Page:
This kind of assessment is a summative assessment. The goal is to evaluate students understanding at the end of instruction (Giske et al., 2018). To perform a summative evaluation, the teacher must prepare the pupils to make them understand all the instructions before assessment. Pupils have to build their skills before the presentation; some develop their skills while presenting, while others may get skills afterward. In this assessment, the pupil was assessed on the understanding of numerical and communication skills. The pupil was supposed to read and count the number of sticks in the table below.

Reading skills checklist

Pupils Name: Mathew

Score Score

Figure 1. Reading skills checklist.

Counting skills checklist

Pupils Name: Mathew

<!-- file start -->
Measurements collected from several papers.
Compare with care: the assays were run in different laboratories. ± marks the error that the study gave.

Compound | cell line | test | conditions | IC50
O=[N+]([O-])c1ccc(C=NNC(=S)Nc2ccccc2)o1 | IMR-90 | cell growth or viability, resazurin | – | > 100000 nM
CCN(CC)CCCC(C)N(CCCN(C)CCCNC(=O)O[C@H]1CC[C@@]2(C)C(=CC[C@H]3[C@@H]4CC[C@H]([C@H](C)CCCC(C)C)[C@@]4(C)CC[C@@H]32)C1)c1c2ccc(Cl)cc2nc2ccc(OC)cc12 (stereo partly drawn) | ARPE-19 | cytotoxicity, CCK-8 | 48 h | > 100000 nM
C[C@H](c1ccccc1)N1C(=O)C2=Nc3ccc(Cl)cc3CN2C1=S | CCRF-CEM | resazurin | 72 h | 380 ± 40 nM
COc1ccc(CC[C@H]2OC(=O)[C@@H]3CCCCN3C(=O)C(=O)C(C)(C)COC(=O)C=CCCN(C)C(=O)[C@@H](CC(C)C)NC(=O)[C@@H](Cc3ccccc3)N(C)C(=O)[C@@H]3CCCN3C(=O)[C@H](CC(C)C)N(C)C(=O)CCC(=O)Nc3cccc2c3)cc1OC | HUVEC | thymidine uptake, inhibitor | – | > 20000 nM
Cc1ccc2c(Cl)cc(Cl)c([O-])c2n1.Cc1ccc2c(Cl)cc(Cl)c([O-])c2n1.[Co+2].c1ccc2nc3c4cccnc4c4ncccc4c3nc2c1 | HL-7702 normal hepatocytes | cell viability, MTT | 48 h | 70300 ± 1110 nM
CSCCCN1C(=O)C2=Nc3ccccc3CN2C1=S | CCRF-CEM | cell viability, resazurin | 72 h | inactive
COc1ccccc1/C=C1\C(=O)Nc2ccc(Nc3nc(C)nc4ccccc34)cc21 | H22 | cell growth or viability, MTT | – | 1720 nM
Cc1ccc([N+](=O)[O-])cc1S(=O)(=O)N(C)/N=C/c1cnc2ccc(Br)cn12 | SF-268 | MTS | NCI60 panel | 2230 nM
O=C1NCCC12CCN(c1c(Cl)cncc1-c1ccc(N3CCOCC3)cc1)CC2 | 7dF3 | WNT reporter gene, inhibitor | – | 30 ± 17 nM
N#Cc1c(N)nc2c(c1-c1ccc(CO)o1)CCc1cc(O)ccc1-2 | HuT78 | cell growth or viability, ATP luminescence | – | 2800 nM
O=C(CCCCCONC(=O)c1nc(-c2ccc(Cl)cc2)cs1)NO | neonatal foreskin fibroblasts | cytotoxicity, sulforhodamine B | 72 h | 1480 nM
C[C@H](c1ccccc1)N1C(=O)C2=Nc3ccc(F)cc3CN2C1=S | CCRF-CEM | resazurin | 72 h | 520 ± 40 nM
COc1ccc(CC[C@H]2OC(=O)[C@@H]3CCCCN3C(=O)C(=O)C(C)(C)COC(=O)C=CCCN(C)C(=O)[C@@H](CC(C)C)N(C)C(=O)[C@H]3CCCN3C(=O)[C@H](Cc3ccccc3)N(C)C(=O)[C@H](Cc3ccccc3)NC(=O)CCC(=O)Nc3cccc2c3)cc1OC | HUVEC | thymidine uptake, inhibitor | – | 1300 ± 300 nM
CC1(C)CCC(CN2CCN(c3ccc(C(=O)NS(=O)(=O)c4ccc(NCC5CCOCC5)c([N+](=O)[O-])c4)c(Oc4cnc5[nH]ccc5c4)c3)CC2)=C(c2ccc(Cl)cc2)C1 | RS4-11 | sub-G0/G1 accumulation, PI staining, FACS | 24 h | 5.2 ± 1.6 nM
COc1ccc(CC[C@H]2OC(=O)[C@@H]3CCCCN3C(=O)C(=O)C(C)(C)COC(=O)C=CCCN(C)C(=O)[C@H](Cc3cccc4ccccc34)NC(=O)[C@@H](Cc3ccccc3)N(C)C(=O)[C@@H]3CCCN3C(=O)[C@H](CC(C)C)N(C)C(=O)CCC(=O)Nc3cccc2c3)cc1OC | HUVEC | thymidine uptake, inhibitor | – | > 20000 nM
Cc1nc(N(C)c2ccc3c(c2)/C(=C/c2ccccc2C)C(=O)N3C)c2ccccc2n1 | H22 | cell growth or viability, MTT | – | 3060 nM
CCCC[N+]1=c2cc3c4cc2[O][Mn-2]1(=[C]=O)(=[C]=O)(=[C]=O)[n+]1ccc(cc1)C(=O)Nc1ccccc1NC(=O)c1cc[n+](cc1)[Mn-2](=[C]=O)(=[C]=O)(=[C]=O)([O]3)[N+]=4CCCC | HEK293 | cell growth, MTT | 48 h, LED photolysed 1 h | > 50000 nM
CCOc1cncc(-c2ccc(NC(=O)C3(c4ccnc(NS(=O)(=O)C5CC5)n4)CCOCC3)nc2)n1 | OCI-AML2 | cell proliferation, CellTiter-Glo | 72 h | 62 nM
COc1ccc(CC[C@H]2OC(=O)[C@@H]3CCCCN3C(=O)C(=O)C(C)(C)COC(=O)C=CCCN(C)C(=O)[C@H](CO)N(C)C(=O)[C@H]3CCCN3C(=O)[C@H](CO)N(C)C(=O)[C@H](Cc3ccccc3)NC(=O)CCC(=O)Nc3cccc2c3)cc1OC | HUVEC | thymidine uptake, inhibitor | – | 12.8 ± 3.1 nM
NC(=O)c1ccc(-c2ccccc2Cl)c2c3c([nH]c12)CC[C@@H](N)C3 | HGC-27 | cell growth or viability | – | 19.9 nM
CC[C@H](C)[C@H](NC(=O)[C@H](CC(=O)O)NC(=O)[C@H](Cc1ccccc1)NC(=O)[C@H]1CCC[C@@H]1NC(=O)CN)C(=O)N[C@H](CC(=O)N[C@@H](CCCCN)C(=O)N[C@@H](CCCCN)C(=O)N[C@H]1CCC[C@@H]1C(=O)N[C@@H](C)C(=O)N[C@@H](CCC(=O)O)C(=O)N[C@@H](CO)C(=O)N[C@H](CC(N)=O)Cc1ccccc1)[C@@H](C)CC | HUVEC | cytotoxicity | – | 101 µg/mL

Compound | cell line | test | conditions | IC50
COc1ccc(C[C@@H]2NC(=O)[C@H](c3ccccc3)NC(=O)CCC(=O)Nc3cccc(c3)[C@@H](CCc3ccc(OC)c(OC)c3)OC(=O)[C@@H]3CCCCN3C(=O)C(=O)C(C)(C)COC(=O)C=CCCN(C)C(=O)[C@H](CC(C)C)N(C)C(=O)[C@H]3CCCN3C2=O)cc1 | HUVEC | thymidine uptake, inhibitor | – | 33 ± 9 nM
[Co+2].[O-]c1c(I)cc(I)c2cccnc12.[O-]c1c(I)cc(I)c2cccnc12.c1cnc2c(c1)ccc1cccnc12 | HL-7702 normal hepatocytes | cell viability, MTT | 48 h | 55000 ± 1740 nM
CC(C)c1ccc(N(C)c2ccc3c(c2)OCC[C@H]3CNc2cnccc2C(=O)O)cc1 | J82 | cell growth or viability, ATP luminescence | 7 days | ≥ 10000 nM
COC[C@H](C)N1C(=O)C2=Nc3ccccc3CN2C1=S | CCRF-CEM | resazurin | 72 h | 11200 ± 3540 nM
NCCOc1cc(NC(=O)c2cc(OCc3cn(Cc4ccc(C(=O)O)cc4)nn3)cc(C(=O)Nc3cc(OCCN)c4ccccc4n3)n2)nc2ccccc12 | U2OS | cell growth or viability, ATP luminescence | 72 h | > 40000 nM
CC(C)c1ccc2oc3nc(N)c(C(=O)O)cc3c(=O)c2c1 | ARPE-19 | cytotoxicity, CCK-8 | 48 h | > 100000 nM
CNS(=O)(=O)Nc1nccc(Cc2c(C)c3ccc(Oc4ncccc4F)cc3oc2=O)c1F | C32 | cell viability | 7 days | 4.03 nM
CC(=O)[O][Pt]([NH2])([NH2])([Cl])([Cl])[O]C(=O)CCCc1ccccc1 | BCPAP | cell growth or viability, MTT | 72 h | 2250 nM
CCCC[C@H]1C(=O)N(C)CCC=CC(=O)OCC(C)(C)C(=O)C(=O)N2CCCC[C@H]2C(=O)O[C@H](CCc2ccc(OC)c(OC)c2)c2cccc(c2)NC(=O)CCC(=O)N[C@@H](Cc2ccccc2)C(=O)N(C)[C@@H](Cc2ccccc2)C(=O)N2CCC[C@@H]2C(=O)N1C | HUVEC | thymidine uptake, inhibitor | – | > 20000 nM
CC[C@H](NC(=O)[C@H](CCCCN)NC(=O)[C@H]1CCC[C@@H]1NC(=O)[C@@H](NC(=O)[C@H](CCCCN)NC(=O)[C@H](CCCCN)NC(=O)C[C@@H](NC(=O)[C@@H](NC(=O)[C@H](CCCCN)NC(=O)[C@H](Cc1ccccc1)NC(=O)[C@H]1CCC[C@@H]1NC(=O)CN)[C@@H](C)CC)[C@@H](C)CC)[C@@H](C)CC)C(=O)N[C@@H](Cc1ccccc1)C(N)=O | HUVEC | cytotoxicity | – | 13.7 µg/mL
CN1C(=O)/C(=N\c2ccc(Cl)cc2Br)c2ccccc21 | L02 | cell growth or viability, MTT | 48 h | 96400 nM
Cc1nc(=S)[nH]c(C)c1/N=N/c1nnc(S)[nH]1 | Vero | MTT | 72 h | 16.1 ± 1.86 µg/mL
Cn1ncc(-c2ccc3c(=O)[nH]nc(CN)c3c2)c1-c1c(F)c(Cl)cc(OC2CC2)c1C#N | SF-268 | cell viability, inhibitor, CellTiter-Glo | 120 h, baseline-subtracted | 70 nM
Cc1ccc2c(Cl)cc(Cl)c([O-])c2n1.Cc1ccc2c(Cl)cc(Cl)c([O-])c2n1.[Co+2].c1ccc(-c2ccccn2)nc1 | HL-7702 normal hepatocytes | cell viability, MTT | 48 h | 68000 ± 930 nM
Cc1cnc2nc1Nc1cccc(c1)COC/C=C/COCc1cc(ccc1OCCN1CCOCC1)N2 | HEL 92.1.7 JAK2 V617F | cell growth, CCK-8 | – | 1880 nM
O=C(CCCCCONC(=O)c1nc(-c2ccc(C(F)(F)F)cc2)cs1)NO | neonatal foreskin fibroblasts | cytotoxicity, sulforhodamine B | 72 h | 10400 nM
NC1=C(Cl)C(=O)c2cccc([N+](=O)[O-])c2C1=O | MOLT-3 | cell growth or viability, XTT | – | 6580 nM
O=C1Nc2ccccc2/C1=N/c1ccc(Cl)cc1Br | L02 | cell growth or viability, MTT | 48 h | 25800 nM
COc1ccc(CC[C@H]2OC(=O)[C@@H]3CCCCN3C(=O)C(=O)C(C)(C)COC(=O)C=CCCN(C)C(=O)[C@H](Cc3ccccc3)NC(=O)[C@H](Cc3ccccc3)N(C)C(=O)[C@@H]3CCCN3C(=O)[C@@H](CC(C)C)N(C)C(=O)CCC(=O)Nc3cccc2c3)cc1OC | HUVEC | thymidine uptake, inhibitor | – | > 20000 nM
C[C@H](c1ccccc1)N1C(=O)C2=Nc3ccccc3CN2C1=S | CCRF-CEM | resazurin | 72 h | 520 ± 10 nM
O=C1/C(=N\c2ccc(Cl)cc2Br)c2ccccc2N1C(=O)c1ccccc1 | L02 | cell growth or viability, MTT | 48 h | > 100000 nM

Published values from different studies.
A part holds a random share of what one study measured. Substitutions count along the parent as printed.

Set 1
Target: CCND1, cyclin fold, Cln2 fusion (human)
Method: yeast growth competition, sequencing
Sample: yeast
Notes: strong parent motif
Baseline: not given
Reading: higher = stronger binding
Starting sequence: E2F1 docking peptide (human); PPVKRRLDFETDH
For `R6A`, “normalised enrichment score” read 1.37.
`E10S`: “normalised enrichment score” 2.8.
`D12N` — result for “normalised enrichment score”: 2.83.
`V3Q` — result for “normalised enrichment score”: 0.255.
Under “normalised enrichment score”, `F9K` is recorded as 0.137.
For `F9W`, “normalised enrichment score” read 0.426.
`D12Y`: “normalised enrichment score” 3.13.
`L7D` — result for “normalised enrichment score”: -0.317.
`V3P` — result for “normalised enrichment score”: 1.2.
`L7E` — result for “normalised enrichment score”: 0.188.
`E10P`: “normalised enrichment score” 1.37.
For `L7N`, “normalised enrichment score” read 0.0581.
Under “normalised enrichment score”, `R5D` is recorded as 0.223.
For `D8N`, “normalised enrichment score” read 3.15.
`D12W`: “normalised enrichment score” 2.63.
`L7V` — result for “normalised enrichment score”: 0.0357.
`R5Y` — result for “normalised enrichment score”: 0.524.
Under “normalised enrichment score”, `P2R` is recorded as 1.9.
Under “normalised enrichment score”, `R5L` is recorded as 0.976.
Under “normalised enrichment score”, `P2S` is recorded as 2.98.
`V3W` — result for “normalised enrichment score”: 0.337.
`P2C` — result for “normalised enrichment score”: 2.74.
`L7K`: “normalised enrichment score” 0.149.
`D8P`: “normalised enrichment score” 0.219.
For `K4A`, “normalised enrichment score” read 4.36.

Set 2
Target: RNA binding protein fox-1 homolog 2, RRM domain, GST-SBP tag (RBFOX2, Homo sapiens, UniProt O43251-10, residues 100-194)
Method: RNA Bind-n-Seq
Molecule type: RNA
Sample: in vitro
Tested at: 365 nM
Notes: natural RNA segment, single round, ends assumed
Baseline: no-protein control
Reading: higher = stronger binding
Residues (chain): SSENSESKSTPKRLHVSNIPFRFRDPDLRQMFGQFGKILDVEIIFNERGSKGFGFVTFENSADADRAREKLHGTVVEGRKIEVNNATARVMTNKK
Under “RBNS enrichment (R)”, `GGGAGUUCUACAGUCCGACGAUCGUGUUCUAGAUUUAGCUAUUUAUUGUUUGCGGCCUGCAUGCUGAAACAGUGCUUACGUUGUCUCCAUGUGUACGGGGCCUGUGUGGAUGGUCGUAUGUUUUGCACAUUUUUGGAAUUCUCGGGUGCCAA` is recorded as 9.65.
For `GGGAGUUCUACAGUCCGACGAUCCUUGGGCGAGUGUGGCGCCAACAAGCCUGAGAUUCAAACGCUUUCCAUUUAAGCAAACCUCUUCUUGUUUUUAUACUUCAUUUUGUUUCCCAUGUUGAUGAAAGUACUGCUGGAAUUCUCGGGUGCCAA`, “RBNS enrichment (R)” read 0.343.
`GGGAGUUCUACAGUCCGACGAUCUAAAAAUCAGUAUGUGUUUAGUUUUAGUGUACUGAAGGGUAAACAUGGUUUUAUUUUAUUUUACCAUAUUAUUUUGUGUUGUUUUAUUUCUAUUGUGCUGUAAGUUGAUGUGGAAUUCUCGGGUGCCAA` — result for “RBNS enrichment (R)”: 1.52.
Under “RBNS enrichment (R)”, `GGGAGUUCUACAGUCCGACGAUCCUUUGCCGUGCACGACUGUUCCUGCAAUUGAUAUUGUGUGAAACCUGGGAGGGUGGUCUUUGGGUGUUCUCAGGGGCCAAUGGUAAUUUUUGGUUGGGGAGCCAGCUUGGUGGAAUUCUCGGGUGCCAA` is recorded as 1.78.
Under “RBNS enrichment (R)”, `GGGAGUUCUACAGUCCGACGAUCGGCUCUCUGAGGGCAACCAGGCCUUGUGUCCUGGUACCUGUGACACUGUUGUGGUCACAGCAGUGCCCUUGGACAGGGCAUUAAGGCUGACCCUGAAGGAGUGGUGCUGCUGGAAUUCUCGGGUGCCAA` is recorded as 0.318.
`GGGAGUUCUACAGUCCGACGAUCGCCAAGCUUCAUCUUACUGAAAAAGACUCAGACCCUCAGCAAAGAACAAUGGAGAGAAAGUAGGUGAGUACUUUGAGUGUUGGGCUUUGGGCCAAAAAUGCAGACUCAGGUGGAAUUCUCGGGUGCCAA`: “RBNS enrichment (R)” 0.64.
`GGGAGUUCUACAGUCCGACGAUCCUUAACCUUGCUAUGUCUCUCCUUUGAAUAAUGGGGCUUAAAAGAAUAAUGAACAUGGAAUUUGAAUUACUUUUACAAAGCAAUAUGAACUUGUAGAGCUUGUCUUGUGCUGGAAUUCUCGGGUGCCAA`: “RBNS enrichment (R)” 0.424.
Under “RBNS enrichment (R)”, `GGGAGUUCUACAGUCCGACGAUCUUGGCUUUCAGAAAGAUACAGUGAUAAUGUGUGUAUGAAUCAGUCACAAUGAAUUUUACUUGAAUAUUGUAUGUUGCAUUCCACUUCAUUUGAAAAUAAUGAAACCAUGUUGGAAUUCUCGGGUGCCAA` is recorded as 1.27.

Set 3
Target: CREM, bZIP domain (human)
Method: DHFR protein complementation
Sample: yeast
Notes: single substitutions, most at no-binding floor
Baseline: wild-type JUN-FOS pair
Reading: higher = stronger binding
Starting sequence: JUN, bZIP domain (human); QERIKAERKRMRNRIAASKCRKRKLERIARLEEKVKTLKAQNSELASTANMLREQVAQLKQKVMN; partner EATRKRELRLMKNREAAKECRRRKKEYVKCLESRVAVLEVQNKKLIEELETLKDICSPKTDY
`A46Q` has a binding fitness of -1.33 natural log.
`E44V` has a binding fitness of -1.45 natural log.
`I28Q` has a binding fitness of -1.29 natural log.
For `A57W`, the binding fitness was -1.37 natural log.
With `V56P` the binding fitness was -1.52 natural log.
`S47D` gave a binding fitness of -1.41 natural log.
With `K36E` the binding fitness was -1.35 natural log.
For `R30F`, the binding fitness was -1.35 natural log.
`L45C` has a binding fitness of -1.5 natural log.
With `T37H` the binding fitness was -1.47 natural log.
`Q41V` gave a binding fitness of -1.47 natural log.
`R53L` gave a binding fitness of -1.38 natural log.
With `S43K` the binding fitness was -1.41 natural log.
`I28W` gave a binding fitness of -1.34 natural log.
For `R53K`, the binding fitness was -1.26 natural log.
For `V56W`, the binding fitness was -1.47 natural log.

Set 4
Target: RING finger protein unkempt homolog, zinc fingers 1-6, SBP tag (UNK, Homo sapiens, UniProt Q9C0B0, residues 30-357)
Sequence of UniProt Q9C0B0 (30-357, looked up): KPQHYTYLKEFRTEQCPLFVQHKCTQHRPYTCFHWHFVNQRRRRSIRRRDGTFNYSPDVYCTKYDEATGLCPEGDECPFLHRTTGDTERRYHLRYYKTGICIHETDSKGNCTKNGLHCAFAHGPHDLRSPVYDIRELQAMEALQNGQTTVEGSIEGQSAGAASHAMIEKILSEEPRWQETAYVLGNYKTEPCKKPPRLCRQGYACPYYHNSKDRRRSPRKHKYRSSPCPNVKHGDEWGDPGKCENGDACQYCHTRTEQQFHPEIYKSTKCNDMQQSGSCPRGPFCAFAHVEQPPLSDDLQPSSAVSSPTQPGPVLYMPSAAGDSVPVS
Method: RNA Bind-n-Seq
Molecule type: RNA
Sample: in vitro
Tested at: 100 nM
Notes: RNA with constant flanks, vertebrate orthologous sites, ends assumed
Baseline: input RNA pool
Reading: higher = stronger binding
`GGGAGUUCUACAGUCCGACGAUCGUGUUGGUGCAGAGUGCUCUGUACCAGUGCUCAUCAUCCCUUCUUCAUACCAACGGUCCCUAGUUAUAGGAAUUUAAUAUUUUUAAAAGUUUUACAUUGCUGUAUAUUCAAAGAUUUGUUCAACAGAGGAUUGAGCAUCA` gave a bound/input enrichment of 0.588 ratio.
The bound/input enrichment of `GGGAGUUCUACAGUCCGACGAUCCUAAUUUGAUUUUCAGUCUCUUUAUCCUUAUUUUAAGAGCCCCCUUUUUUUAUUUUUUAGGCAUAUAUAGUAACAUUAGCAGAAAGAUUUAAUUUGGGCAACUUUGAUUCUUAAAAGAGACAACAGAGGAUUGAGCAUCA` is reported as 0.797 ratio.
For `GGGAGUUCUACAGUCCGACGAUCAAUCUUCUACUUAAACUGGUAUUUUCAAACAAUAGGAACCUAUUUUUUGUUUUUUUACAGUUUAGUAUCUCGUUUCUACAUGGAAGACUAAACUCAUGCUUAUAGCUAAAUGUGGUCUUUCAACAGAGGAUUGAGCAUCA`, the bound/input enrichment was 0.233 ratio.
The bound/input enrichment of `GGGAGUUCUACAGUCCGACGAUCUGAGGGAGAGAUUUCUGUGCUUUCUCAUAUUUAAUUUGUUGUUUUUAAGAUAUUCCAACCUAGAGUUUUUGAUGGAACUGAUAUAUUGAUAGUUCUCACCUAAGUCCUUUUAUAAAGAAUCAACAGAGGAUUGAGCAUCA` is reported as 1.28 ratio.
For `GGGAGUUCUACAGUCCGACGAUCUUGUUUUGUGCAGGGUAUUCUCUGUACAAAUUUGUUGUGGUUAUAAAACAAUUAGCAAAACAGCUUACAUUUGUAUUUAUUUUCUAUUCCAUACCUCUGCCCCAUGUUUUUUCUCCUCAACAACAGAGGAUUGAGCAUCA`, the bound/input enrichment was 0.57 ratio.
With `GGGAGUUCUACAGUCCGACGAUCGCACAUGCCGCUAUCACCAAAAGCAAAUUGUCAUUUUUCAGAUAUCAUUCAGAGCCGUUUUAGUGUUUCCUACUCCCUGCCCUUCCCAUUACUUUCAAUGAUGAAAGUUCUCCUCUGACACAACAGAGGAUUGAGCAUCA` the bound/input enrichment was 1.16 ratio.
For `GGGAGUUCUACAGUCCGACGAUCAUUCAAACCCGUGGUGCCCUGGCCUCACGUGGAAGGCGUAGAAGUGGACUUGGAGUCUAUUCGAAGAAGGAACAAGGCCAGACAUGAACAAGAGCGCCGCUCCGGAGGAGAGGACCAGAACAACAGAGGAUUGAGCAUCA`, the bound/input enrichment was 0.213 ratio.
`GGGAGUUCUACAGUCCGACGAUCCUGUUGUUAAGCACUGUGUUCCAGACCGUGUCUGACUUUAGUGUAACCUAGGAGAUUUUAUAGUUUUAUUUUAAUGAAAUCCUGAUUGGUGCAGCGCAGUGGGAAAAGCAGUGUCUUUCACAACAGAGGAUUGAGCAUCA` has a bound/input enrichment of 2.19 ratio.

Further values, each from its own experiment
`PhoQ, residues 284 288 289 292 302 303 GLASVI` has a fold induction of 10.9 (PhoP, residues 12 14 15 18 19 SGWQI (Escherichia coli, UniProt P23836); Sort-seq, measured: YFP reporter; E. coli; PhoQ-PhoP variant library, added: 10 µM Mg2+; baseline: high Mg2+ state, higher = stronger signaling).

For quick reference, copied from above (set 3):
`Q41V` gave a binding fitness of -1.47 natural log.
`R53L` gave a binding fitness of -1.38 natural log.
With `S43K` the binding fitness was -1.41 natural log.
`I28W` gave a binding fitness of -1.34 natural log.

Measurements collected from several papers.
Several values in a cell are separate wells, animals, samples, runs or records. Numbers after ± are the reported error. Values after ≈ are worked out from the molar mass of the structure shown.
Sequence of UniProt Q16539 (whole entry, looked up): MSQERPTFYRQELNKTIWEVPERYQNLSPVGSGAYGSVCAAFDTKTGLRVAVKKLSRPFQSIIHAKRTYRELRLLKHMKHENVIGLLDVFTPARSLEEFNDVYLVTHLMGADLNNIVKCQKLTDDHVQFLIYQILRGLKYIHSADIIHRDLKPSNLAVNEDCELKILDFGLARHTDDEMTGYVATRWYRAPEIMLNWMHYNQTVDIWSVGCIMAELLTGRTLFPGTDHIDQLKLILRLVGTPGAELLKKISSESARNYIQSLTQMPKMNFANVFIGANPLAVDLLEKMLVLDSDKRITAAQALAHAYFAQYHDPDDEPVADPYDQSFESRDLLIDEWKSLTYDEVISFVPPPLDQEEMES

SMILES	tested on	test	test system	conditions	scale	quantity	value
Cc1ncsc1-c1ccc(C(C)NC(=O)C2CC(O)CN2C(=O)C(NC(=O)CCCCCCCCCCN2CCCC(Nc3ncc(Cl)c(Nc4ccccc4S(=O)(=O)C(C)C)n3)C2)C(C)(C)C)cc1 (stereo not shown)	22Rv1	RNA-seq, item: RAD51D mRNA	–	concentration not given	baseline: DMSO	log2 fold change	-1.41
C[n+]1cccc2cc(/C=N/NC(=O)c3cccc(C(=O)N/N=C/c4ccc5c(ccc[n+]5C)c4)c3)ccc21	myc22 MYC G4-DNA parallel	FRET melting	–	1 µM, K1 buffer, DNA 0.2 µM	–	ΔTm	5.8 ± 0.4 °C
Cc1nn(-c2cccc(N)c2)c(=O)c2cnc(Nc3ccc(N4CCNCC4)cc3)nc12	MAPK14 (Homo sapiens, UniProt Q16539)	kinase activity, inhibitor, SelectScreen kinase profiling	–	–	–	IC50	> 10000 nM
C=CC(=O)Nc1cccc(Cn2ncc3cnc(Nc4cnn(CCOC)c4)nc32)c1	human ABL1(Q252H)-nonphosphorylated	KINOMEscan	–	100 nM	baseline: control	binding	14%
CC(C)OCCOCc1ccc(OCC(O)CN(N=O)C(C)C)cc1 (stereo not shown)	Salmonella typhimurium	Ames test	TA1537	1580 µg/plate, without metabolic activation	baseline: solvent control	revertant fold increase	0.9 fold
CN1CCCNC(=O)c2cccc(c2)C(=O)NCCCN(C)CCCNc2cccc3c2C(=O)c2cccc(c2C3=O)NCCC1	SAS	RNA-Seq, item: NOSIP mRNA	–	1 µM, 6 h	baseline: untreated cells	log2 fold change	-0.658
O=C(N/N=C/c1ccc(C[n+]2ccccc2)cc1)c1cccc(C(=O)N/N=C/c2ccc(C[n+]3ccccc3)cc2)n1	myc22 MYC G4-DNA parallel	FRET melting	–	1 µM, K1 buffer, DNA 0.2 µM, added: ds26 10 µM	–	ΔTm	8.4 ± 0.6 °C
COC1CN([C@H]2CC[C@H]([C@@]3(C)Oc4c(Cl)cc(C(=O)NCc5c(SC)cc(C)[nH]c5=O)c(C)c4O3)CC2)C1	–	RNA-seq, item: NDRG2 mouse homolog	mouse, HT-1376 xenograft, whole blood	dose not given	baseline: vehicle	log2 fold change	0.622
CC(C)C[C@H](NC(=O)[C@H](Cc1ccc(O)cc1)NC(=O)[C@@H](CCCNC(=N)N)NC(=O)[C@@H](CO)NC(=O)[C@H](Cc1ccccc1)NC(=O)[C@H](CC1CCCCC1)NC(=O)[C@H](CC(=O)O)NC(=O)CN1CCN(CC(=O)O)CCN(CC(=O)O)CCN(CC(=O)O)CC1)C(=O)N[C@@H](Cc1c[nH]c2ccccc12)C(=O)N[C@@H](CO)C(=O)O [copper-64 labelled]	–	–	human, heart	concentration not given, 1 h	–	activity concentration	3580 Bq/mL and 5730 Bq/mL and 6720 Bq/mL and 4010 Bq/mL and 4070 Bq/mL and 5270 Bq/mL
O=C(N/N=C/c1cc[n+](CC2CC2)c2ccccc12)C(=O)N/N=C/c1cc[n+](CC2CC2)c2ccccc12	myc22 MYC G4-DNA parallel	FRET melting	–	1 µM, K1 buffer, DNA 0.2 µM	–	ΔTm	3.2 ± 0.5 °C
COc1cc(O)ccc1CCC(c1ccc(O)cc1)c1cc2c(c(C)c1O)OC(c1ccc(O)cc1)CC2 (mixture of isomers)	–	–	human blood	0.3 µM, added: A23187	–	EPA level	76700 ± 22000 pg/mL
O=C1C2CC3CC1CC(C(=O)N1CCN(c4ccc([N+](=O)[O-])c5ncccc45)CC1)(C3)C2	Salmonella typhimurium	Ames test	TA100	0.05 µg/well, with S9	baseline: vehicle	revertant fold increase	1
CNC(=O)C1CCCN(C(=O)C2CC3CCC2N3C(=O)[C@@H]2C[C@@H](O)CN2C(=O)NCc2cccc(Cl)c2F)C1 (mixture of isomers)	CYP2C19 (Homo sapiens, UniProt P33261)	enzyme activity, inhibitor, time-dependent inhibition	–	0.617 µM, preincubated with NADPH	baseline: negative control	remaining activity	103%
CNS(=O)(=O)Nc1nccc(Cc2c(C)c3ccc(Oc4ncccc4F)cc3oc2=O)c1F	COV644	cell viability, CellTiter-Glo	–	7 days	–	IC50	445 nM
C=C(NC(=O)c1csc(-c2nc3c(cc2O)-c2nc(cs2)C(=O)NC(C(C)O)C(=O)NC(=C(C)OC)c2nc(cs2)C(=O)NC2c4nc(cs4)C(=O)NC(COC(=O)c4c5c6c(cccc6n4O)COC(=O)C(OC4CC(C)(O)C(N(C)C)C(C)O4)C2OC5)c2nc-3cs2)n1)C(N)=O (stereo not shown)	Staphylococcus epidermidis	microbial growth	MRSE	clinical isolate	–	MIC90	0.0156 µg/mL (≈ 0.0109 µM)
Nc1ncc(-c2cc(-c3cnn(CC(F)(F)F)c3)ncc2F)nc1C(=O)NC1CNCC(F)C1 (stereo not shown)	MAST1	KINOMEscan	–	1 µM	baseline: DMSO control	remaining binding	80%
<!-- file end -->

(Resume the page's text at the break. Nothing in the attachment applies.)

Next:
Score Score

Figure 2. Counting skills checklist.

Reporting Pupil’s Progress

The progress of pupils is achieved when there is a partnership between the teacher and parent/guardian. Through this partnership, parents can track their children’s progress and help them improve. There are different ways a teacher can use to communicate with parents. The formal way implies meetings, presentations, giving progress reports, conferences involving teacher, parents, pupils, as well as parents’ school visits is a formal way of checking pupils’ progress (DeLuca et al., 2019). This type of meeting is not always experienced in kindergarten schools but is done once in a while. It is good to have formal meetings to discuss the children’s progress. Majorly, this type of communication is always done when the pupil has been punished; it should not be the norm (Miller-Bains et al., 2017). Parents and teachers can have a formal meeting to discuss how to improve the child’s progress.